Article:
There is no doubt that modern technology within supply chain management is changing the way buyers and sellers interact and communicate. Leading this charge are new supply chain social networks that provide a platform for more seamless interactions with an entire web of users.
While tools like email and telecommunications are valuable in their own right, social media networks have introduced a new level of autonomy within buyer and seller communications. Think of it this way: supply chain social networks use many of the same features and practices of other major social media platforms, but are designed to represent an entire organization.
When you think of social media, the two platforms that come to mind are Facebook and supply chain networks like Mazree. With 71% of adult Internet users with an active Facebook account in 2015, the platform has defined the basic layout and functions of social media. However, there are three major differences between Facebook and supply chain social networks.
The major difference? Supply chain social networks use member accounts. Personal social media accounts represent a single person while supply chain social network accounts represent the entire organization.
For example, supply chain social network account users will publish information and maintain communications on an organization’s behalf. The advantage of this format? There is real-time relevancy in the information exchanged between buyer and seller accounts. On the other hand, communication like email can quickly become obsolete if key recipients miss the latest thread.
Another key advantage is that many of the functions available in a supply chain social network are open to automation. It’s a win-win situation when users can greatly reduce time spent messaging and instead invest their hours performing more valuable tasks.
How bad is the email brain drain? For many professionals, the time spent formulating messages, checking numbers, finding recipients, and formatting can be a time-suck. A recent survey by Adobe Systems Inc. found that U.S. professionals spend 6.3 hours a day checking emails. Personal social media platforms are no different when configurations are not designed to perform organizational tasks.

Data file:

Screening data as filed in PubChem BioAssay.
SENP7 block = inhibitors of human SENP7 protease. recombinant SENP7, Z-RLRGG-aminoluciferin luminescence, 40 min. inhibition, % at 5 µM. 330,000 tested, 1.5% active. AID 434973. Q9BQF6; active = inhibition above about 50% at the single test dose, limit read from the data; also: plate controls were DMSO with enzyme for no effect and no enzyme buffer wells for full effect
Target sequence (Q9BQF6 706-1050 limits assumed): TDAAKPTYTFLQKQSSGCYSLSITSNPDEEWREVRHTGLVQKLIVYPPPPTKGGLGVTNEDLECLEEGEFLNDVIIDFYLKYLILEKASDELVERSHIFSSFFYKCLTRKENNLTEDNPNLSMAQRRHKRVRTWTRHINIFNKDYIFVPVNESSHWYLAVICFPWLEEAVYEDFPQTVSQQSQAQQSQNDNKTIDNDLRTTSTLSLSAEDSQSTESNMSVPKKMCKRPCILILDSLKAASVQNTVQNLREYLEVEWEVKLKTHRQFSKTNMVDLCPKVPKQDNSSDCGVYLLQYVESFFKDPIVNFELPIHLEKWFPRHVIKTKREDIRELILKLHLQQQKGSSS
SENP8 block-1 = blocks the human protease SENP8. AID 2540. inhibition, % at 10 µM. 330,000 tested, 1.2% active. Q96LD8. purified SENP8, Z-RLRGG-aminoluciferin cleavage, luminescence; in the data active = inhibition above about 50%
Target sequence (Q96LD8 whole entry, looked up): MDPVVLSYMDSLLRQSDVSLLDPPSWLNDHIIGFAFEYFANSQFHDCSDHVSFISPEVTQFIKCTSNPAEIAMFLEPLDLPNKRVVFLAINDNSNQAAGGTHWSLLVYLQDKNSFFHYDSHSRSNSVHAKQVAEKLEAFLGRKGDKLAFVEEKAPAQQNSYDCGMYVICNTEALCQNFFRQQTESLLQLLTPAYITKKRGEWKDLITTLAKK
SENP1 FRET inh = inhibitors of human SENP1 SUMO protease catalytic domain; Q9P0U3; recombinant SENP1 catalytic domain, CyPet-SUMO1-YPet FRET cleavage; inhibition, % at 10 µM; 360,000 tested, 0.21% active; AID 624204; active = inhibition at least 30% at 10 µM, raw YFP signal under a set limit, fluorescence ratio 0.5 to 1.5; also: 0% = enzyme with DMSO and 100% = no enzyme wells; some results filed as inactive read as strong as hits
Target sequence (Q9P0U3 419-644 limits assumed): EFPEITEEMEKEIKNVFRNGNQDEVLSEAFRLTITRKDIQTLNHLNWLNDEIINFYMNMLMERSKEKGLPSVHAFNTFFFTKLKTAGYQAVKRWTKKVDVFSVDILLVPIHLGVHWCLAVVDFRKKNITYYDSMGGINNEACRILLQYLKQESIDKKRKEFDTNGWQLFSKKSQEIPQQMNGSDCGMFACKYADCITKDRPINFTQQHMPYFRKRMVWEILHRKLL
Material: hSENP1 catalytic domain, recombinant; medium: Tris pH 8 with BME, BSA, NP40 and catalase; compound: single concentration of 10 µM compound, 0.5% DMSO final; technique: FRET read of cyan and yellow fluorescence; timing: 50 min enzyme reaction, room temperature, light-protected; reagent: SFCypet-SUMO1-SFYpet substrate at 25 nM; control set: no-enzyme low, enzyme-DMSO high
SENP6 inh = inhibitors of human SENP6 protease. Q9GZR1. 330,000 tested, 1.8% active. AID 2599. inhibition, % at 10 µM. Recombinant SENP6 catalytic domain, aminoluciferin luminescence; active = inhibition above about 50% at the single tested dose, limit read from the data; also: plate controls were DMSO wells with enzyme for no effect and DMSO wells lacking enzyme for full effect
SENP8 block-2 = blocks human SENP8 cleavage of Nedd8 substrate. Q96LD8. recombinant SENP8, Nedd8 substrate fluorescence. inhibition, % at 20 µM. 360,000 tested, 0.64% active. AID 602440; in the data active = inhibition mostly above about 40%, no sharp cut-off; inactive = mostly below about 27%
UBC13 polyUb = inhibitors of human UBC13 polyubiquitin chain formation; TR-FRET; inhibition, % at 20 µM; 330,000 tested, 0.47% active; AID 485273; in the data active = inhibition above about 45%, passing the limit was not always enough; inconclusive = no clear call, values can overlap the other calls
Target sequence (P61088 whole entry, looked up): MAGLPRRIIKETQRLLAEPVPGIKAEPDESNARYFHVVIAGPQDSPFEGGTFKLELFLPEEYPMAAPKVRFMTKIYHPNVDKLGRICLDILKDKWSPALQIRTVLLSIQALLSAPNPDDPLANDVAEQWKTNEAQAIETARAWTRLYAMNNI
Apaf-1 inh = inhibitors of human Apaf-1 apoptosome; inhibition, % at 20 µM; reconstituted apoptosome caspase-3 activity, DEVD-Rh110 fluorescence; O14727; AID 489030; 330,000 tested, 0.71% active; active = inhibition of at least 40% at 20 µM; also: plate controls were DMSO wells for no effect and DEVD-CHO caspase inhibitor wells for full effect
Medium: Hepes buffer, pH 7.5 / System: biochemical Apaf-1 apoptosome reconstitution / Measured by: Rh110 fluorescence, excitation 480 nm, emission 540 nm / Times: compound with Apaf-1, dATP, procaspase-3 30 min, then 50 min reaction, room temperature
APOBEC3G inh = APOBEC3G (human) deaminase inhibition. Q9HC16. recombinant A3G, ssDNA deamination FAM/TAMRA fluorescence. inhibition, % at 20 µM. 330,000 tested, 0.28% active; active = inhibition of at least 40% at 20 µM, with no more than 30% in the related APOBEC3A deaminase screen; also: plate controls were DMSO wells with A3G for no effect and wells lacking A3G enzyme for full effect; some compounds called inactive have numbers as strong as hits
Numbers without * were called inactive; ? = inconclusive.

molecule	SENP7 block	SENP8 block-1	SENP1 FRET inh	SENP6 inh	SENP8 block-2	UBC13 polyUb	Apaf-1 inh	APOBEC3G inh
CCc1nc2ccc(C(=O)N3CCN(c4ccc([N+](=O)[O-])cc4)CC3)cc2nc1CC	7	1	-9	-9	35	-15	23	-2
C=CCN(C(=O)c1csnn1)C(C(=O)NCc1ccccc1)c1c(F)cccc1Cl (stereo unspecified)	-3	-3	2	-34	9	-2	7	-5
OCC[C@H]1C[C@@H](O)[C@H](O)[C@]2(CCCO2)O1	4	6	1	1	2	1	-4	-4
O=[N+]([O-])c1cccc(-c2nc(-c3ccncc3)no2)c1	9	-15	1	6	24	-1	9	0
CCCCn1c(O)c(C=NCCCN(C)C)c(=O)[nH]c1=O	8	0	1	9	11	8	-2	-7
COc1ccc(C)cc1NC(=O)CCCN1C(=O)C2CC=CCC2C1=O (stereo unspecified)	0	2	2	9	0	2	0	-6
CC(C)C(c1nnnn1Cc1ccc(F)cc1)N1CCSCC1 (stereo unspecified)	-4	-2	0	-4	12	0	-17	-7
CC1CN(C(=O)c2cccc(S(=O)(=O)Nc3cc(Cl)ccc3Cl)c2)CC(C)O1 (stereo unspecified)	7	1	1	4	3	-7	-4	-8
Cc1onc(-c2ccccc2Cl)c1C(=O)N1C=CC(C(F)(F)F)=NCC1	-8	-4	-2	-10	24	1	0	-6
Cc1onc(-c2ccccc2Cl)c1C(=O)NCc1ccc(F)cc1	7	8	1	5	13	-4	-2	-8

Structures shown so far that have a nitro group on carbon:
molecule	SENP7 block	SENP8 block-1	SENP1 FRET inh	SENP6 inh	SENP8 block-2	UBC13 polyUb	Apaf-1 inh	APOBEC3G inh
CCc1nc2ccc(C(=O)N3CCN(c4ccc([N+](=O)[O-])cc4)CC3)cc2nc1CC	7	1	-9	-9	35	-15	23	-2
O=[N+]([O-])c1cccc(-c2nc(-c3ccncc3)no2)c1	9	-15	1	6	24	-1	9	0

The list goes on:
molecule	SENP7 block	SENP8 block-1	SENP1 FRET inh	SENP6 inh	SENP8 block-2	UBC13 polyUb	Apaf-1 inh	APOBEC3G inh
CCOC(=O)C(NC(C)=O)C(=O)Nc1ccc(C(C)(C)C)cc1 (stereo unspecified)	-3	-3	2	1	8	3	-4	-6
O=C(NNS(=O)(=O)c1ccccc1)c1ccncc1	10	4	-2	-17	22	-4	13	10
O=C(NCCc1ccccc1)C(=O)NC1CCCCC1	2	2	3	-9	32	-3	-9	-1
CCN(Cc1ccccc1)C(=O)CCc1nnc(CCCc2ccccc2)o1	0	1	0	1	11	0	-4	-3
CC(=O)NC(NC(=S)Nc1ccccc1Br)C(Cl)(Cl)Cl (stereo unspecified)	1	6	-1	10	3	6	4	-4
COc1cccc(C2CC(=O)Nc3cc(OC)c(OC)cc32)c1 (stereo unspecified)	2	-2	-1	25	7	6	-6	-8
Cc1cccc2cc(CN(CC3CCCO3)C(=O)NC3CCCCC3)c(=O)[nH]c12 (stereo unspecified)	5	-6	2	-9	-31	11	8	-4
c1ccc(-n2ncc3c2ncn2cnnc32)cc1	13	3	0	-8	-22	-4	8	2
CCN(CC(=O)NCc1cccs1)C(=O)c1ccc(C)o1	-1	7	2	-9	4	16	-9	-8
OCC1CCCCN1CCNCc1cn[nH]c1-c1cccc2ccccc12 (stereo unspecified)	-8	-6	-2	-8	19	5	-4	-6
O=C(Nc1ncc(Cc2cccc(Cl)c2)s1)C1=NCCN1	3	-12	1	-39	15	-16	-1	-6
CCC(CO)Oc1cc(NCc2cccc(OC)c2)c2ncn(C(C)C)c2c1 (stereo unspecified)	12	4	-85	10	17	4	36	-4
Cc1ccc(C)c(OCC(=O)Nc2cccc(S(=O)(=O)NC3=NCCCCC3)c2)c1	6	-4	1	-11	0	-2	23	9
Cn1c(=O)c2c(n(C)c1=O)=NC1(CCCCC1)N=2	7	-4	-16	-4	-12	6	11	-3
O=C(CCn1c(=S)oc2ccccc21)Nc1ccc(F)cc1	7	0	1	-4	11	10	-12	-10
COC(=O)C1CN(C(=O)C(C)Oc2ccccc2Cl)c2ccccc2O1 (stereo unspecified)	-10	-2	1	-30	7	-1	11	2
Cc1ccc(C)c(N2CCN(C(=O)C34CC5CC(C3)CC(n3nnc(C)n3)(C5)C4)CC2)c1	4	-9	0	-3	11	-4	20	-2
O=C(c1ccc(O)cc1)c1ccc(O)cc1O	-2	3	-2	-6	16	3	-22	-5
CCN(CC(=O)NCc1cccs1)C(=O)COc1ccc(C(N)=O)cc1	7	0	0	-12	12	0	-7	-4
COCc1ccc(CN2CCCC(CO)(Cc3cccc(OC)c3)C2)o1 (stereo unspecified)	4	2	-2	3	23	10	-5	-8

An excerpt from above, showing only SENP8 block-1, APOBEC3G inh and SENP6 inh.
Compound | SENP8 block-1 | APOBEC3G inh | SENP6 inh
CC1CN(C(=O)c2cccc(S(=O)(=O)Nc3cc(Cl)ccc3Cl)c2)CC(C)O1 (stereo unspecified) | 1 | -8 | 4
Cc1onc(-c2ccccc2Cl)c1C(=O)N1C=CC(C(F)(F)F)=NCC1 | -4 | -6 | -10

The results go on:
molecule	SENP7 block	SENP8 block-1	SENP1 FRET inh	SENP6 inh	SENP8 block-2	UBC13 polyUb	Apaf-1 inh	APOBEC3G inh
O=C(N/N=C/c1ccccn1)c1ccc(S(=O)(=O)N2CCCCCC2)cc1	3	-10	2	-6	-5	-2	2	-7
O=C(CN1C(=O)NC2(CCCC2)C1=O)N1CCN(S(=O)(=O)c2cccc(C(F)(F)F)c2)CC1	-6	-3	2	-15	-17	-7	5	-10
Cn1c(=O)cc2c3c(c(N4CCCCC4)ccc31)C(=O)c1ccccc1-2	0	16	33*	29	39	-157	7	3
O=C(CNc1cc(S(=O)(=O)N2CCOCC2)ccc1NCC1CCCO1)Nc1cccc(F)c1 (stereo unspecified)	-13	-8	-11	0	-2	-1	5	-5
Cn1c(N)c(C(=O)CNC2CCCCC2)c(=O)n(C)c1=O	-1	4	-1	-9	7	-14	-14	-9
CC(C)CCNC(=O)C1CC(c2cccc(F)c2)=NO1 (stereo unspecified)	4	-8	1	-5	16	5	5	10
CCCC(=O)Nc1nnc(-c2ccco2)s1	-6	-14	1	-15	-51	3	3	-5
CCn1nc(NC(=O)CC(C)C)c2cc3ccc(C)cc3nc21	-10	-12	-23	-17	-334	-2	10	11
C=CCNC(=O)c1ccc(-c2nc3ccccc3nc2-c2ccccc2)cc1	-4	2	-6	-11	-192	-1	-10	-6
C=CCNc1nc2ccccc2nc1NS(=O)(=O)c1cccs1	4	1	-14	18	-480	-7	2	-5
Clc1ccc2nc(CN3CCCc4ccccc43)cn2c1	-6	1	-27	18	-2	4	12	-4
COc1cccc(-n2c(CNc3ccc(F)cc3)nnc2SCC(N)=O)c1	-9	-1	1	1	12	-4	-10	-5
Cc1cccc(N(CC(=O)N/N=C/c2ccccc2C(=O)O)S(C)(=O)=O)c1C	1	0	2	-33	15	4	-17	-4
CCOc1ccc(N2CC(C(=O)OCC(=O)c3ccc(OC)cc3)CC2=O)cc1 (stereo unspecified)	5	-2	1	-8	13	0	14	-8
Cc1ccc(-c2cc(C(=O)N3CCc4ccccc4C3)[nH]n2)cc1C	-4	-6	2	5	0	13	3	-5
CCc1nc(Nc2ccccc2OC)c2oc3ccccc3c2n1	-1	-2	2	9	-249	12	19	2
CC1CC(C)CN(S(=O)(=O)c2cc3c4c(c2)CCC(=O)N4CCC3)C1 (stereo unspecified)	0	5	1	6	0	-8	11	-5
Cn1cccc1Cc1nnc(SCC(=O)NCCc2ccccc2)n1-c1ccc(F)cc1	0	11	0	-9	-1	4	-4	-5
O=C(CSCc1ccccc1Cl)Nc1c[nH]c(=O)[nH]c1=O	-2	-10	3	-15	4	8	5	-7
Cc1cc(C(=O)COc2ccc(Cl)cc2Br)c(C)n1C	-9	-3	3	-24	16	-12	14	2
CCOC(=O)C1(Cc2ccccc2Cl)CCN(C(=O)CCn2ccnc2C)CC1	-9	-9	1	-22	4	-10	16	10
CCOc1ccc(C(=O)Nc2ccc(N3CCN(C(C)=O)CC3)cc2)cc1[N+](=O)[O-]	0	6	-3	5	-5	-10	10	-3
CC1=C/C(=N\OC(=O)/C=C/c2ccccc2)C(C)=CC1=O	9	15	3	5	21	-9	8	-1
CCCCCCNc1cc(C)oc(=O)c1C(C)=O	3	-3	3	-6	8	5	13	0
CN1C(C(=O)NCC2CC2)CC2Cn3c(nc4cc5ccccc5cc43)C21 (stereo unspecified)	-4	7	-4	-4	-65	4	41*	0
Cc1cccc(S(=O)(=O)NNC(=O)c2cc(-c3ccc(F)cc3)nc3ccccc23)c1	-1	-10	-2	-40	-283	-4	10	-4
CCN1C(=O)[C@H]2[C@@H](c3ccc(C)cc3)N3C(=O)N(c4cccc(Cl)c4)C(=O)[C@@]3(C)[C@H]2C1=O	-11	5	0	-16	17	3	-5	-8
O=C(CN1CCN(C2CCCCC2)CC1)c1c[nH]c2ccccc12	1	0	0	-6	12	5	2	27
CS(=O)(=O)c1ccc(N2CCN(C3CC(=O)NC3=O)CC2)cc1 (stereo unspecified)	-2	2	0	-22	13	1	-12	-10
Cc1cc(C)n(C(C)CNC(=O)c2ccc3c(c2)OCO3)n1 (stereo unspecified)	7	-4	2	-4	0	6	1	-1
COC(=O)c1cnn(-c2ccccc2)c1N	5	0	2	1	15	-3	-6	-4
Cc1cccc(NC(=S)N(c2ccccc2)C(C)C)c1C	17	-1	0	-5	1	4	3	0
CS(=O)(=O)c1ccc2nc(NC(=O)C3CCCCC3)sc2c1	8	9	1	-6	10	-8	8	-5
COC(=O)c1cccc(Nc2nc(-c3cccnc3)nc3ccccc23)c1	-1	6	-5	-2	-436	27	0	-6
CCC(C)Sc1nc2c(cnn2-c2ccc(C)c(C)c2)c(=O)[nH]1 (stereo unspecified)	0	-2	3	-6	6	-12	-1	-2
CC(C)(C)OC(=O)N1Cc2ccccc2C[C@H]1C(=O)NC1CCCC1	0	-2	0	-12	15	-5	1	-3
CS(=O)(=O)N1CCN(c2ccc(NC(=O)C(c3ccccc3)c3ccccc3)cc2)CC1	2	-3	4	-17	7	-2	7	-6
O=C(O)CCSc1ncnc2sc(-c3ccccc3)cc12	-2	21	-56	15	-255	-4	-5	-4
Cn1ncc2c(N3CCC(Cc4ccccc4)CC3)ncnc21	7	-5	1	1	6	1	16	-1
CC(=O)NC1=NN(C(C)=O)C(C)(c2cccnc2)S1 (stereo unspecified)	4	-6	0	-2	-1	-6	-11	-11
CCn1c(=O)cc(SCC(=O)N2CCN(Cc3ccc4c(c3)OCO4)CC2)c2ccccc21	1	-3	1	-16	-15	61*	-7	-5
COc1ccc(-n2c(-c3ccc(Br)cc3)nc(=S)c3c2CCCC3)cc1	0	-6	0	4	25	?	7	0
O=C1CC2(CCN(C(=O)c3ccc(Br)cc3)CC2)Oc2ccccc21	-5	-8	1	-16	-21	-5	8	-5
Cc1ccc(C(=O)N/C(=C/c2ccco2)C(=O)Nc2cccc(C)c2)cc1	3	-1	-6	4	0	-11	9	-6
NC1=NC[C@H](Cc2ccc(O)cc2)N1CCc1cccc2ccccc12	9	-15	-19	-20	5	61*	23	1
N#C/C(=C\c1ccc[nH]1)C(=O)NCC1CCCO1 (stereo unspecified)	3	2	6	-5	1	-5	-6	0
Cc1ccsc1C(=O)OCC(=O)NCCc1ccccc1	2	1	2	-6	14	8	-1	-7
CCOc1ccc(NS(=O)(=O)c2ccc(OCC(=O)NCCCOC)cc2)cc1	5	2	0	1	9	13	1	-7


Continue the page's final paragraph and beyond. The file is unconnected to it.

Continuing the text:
Let’s face it, having one profile per-organization comes with the major advantage of being able to assign administrative roles. Then, organizations can centralize the guidelines and rules for their supply chain social network accounts – no more worrying about a user abusing the platform.
To be sure, accidentally leaking confidential information via social media has become a growing concern for organizations. A York College of Pennsylvania study on the IT etiquette of professionals found that IT misuse increased by 37.8% between 2011 and 2015. By centralizing the use of the supply chain social network, you can ensure that only information representative of your organization’s intent is posted onto the network.
With features and practices developed specifically for organizations, supply chain social networks offer many advantages over other social media platforms. For starters, these networks make the procurement of supplies much easier by offering accounts that represent the entire organization. This way, only the most relevant information is exchanged between members for more efficient communication, which is ultimately the goal of any organization.
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Learn more about the latest supply chain social network trends with our webcast series, Supply Chain 2.0: Using New Technology. This webcast is presented by special guest and Founder of Mazree, Curtis McEntire.
 Maeve D. “Demographics of Key Social Networking Platforms”. Pew Internet Research. http://www.pewinternet.org/2015/01/09/demographics-of-key-social-networking-platforms-2/
Patricia R. “U.S. Workers Spend 6.3 Hours a Day Checking Email”. Huffington Post. http://www.huffingtonpost.com/entry/check-work-email-hours-survey_us_55ddd168e4b0a40aa3ace672
 “National Professionalism Survey”. York College of Pennsylvania. http://www.ycp.edu/media/york-website/cpe/2015-National-Professionalism-Survey---Recent-College-Graduates-Report.pdf